Bush Plan ‘a Good Start,’ But Not Enough, Says Nobel

Published March 1, 2001

Nobel Learning Communities, Inc., the nation’s largest operator of private schools, welcomed President George W. Bush’s education reform package as a strong beginning to a reform of the U.S. public school system . . . but called for a more aggressive and better-financed voucher component to further enhance parental choice in education.

The students at Nobel schools average between one-and-a-half and two grade levels above the national average, according to results from Stanford-9 achievement tests.

“President Bush has put forward an ambitious national education agenda that includes national testing and a program for tuition vouchers. This is a good start and a step in the right direction,” said Nobel CEO and Chairman A. Jack Clegg. “Our biggest concern and strongest recommendation is that the government continue to look at ways to provide even more choice for parents and students by implementing a more aggressive and better-financed voucher system.”

While calling the plan’s $1,500 student voucher “modest,” Clegg said it still would help considerably in giving parents more choice over their child’s education, particularly in schools like Nobel’s, where $1,500 would cover a quarter of the average $6,000 per year tuition cost. However, the Bush voucher would be only a small help for students who wanted to attend other private schools, where annual tuition costs average nearly $12,000.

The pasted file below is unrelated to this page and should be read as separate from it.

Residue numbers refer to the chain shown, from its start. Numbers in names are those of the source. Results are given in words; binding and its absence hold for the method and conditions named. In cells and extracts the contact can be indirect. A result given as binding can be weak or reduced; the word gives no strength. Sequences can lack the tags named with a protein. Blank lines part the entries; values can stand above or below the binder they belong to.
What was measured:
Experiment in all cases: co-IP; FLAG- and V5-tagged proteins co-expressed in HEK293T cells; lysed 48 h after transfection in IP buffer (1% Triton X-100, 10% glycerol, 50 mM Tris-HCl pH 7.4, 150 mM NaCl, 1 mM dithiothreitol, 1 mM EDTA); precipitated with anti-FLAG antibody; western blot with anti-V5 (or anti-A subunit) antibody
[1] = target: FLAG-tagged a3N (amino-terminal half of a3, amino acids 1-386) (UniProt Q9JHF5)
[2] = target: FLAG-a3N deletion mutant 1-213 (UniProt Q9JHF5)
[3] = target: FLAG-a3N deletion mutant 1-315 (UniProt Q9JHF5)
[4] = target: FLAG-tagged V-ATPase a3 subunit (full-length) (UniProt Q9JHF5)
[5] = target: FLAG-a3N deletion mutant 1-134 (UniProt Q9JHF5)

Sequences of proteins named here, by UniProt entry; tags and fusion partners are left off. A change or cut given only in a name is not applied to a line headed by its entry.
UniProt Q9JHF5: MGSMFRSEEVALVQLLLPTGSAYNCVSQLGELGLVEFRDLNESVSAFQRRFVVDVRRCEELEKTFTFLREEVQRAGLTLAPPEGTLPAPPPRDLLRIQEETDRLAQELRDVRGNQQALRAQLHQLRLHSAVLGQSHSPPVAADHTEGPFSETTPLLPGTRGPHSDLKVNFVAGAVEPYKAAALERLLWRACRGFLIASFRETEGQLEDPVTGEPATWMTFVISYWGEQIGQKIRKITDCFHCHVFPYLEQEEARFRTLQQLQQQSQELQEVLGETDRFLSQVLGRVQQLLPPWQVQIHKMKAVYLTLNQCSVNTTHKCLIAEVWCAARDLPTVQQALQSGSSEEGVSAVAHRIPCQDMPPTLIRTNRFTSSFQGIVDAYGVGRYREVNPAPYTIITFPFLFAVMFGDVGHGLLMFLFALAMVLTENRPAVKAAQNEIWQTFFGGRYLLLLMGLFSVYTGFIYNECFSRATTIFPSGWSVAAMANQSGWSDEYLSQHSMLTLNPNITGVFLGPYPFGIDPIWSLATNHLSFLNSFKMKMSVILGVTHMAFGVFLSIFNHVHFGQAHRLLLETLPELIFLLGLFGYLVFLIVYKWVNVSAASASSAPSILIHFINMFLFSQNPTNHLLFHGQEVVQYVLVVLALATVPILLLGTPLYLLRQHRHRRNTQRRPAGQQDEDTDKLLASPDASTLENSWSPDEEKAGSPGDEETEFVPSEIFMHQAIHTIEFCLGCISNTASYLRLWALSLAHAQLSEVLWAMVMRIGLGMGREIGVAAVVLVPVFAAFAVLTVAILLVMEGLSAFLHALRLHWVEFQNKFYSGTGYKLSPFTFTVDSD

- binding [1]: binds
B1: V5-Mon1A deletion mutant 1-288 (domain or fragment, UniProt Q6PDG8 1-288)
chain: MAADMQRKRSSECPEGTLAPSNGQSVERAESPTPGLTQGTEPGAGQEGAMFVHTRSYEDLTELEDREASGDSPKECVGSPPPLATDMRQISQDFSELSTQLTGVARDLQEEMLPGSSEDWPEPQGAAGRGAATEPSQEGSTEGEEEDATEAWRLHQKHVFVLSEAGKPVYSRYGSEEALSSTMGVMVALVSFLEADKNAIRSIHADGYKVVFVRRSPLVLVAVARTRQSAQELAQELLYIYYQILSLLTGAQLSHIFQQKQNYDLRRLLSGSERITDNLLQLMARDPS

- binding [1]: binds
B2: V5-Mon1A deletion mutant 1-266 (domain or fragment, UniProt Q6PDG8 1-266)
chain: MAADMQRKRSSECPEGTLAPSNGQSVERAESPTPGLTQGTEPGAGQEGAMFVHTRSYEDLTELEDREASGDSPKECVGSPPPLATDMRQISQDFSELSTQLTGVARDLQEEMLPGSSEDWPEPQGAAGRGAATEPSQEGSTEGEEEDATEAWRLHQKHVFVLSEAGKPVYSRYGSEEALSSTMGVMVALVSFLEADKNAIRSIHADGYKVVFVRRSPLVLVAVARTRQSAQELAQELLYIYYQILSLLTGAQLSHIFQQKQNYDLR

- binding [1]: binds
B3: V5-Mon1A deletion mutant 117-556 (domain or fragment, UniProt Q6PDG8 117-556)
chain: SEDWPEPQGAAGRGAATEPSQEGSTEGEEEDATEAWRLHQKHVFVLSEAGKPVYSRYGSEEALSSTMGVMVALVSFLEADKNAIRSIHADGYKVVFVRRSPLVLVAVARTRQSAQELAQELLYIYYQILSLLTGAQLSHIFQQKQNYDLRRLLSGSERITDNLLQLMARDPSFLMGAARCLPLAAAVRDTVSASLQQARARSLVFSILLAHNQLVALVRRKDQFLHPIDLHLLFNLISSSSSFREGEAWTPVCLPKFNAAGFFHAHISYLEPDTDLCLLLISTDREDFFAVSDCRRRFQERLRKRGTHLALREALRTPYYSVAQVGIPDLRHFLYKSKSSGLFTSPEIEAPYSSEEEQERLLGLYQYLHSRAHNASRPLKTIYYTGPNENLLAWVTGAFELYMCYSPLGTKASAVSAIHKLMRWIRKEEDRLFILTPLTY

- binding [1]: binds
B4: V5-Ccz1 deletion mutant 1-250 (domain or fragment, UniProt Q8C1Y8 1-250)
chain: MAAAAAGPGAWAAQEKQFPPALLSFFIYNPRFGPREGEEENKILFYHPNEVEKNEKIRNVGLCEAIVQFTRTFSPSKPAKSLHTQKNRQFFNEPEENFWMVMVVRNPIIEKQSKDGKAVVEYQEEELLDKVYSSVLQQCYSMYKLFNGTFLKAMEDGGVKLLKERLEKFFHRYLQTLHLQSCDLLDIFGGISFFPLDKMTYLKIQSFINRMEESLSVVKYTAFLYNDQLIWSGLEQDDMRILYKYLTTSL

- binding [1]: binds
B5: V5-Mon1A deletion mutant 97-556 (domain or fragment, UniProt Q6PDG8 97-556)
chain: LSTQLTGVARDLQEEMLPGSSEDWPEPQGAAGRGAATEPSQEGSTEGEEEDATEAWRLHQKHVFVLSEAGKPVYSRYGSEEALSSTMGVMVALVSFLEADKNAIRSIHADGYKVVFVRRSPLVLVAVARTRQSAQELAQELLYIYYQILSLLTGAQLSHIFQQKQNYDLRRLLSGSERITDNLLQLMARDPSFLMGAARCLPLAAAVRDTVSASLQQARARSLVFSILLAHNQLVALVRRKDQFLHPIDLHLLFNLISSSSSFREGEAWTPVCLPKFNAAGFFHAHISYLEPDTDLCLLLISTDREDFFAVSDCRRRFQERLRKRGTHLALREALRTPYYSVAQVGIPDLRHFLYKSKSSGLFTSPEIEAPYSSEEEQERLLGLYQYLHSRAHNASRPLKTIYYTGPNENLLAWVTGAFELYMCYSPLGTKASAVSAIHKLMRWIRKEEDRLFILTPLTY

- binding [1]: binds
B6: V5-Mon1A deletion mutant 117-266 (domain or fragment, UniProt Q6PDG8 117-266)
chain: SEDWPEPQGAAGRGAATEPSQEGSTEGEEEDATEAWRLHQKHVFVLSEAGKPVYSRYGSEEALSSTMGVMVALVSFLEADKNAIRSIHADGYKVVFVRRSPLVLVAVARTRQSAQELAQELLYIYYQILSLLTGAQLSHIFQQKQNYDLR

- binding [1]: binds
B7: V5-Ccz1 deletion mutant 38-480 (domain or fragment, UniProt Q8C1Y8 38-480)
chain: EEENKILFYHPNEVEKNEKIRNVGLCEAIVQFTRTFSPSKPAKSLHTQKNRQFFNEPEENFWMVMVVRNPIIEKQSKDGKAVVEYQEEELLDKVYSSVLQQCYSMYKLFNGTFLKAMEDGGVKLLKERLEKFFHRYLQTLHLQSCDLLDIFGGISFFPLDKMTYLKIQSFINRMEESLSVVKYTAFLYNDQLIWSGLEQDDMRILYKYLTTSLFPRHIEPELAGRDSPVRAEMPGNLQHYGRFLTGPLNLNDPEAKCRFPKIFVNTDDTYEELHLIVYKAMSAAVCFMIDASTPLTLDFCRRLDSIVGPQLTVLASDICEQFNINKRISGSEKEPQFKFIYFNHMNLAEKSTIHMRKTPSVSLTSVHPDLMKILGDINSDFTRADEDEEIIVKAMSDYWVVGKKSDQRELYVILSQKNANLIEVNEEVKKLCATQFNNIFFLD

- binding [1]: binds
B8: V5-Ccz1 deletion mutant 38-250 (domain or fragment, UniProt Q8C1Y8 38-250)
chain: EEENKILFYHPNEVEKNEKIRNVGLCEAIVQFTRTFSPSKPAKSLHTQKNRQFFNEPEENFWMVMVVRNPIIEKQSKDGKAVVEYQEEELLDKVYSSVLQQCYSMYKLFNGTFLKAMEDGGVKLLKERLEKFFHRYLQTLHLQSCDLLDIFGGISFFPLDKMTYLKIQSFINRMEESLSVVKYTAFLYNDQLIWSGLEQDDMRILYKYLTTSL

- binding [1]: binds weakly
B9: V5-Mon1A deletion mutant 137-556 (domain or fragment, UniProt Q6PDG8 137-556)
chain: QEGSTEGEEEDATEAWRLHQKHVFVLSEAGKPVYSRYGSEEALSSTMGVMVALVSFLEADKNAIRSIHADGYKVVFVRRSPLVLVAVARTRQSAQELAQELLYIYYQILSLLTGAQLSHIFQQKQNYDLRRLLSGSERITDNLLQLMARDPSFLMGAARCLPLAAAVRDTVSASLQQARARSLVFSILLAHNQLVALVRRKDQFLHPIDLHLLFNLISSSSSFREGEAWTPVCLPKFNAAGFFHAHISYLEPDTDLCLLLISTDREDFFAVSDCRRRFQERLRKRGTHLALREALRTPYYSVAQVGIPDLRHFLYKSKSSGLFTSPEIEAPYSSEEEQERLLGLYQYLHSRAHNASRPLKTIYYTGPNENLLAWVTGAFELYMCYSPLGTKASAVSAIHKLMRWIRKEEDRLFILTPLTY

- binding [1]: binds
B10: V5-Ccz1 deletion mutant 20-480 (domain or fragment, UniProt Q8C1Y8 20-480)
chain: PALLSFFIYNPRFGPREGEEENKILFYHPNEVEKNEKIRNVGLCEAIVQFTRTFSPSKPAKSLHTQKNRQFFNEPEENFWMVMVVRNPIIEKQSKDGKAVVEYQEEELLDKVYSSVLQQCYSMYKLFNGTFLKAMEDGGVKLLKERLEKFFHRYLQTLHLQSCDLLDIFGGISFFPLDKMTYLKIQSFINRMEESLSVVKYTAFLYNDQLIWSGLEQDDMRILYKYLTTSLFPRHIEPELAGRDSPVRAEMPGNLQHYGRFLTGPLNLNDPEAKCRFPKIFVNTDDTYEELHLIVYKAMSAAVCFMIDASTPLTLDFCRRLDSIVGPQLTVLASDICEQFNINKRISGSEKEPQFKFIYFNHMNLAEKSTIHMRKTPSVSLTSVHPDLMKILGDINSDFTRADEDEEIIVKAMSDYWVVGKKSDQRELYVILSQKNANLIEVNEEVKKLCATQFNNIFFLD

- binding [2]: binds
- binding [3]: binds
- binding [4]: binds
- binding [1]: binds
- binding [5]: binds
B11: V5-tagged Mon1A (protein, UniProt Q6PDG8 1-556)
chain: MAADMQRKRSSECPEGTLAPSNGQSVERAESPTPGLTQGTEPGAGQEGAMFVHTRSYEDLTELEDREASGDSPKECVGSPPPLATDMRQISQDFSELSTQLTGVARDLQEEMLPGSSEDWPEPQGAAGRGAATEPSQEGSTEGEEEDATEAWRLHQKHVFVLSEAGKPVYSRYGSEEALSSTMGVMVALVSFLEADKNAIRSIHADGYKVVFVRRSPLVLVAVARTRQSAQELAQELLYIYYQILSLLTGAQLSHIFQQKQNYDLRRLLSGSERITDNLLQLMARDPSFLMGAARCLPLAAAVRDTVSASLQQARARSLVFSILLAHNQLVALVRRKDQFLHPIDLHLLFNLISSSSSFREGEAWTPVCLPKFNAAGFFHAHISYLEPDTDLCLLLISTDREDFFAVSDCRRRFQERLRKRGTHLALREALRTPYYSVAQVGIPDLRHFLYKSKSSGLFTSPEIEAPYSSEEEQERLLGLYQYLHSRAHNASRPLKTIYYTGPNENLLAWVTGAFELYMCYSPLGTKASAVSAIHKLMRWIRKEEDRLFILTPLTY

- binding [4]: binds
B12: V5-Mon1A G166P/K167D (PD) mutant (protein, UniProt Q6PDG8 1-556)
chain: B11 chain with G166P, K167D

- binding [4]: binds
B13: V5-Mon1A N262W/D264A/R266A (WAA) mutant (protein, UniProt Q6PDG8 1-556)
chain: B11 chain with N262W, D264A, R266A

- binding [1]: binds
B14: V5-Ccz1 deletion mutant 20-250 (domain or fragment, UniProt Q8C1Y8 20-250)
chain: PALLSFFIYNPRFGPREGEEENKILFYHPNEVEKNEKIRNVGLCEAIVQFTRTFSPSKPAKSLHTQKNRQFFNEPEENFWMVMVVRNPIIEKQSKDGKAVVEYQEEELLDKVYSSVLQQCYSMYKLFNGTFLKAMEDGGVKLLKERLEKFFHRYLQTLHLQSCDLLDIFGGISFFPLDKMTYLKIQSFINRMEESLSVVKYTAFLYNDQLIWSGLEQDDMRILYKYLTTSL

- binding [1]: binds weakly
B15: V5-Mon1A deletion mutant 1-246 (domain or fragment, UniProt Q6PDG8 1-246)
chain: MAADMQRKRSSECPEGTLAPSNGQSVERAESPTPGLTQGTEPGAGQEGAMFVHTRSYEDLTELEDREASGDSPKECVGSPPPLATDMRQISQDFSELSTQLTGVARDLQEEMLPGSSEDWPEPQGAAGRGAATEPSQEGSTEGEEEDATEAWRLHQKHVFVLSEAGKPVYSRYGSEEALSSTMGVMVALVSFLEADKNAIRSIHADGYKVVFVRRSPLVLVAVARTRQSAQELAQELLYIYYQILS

Clegg also welcomed Bush’s proposal for rigorous state-specific national tests as the starting point for a national debate on educational policy issues, noting testing is an important part of the educational process.

“Tests provide a system of accountability for parents to know how well a school is educating their children,” he said.

Based in Media, Pennsylvania, Nobel operates 159 private schools, including special education and specialty schools. The company also owns or operates 69 charter schools nationwide, providing educational services to more than 25,000 students in 15 states.